American support for prolonging the proxy war in Ukraine by sending endless taxpayer dollars overseas is sinking, a new Gallup poll out Thursday revealed.
A plurality of the Americans surveyed, 41 percent, said the United States is doing “too much” to support the war effort while just 33 percent said American assistance was the “right amount” and 25 percent said support was “too little.”
According to the Committee for a Responsible Federal Budget, U.S. taxpayers dished out $113 billion in assistance to the war-torn nation last year. In October, President Joe Biden demanded Congress pass a $100 billion combined emergency aid package that earmarked more than $61 billion for Ukraine while reserving Israel and the southern U.S.-Mexico border less than $15 billion each.
In Gallup’s survey, however, which included just more than 2,000 U.S. adults interviewed online between Oct. 4-16, an increasing number of Americans want to the war to end quickly, rather than see a prolonged conflict wherein the Ukrainians reclaim territory. A slight minority, 54 percent, still said they preferred prolonging the war to help Ukraine capture lost territory while 43 percent said they would prioritize ending the war more quickly. Those numbers, however, represent a dramatic shift from 66 percent and 31 percent respectively in August last year.
The survey found skepticism of American aid to Ukraine was highest among Republicans and independents. Republicans were most likely to say U.S. taxpayers were doing “too much” in the effort, followed by independents and then Democrats.
A substantial majority of those surveyed believe the war has reached a stalemate with 64 percent claiming “neither side” in the question of who is winning. Just 20 percent said it was Ukraine, and 14 percent said Russia.
Gallup’s results mirror similar surveys that found rising American skepticism of additional assistance to Ukraine. A CNN poll out in August found a majority of Americans, 55 percent, “say the US Congress should not authorize additional funding to support Ukraine” compared to 45 percent who said otherwise. An August Heritage Foundation analysis of the Ukraine aid sent to date found the taxpayer bill came out to $900 per household.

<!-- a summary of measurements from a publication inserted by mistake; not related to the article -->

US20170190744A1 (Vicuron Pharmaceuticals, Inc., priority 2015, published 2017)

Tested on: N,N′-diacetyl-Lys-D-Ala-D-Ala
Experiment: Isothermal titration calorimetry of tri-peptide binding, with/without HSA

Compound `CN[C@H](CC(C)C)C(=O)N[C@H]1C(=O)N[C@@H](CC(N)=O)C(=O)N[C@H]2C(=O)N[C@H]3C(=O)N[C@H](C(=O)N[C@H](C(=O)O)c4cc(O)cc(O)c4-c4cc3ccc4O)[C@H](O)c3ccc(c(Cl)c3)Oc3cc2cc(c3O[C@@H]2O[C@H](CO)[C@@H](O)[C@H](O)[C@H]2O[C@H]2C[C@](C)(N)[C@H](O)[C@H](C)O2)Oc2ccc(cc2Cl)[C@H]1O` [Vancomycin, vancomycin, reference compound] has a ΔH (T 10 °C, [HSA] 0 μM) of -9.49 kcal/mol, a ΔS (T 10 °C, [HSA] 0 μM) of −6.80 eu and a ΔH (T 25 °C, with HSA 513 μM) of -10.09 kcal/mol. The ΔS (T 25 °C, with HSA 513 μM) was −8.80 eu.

Last week, Senate Republican Minority Leader Mitch McConnell tried to sell Americans on White House plans for new support for Ukraine by celebrating how many of those tax dollars would be going to his friends in the military-industrial complex.
“If you look at the Ukraine assistance,” McConnell said on CBS, “a significant portion of what’s being spent in the United States and 38 different states, replacing the weapons that we send to Ukraine with more modern weapons, so we’re rebuilding our industrial base.”
Only a fraction of what is spent on Ukraine, however, actually flows to American industry.
On Monday, a report from Time Magazine outlined the systemic corruption under Ukrainian President Volodymyr Zelensky that continues to plague the war effort. Recruitment is down as government corruption erodes confidence in the regime, with one top Ukrainian presidential official admitting to the paper that “people are stealing like there’s no tomorrow.”
While the White House attempts to exploit talks about Israel aid following Hamas’ Oct. 7 terrorist attacks to ram through additional assistance to Ukraine, the newly elected Republican House speaker has pledged to “bifurcate” the aid packages into separate bills.